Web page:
- Andrew Anderson, Executive Director, Front Line Defenders
"In addition to human rights advocacy and emergency response work, they are filling humanitarian gaps left by corrupt governments and discriminatory pandemic response programmes. Now more than ever, we affirm our call to end attacks on marginalized defenders doing life-saving work on the ground.”
Front Line Defenders is launching the crisis response report with video interviews hosted by Global LGBTIQ+ Advocate Amazin LeThi ahead of the International Day to End Violence Against Sex Workers on 17 December.
“The HRDs who gave their stories to this investigation are enduring violent attacks, raids on shelters, arrests, and rampant stigmatization for peacefully demanding access to food, shelter and healthcare for their communities during the pandemic,” said LeThi. “Each horrific story of violence and discrimination I heard was told by an activist who persists in their struggle despite the risks.”
To accompany the investigation, mental health artist and feminist Sravya Attaluri worked with defenders featured in report to depict them “as they deserve to see themselves: safe, powerful, beautiful and surrounded by their communities.”
Note: Upcoming 2021 Report, Sex Worker Rights Defenders At Risk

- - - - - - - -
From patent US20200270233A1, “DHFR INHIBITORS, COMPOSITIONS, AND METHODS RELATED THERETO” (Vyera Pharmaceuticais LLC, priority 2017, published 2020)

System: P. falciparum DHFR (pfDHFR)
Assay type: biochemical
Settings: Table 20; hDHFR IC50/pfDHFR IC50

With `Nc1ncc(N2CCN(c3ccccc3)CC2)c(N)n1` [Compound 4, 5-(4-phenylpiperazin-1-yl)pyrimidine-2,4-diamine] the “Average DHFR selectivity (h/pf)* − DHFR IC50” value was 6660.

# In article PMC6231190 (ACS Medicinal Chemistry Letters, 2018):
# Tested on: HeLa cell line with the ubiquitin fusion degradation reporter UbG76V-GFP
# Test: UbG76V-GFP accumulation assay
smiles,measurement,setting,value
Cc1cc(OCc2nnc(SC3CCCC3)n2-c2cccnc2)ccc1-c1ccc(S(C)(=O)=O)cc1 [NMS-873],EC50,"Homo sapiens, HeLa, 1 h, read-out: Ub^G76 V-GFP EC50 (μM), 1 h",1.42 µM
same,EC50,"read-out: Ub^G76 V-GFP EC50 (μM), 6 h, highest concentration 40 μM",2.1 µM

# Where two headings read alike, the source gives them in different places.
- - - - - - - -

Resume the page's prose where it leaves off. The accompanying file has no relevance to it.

In early 2021, Front Line Defenders will publish the first global report documenting the risks, threats, and protection needs of sex worker rights defenders. The report features case studies, testimonies, security analysis, and protection requests from human rights defenders, documented on collaborative research trips conducted by Front Line Defenders researchers and HRDs. Between 2017 and 2020, Front Line Defenders interviewed more than 300 sex worker rights defenders and sex worker community members in more than a dozen countries.1 The report documents threats and attacks against HRDs occurring as a direct result of their activism.
Sex worker rights defenders protect their communities’ rights to live free from violence and discrimination; to access healthcare, housing, justice, and employment; and to gather, organize, assemble, and advocate for change.2 3 Their human rights work includes emergency response, community building, advocacy at detention centers, human rights trainings, police reform, protection planning, legal and health counseling, prison aid, and promoting access to justice for survivors of human rights abuses.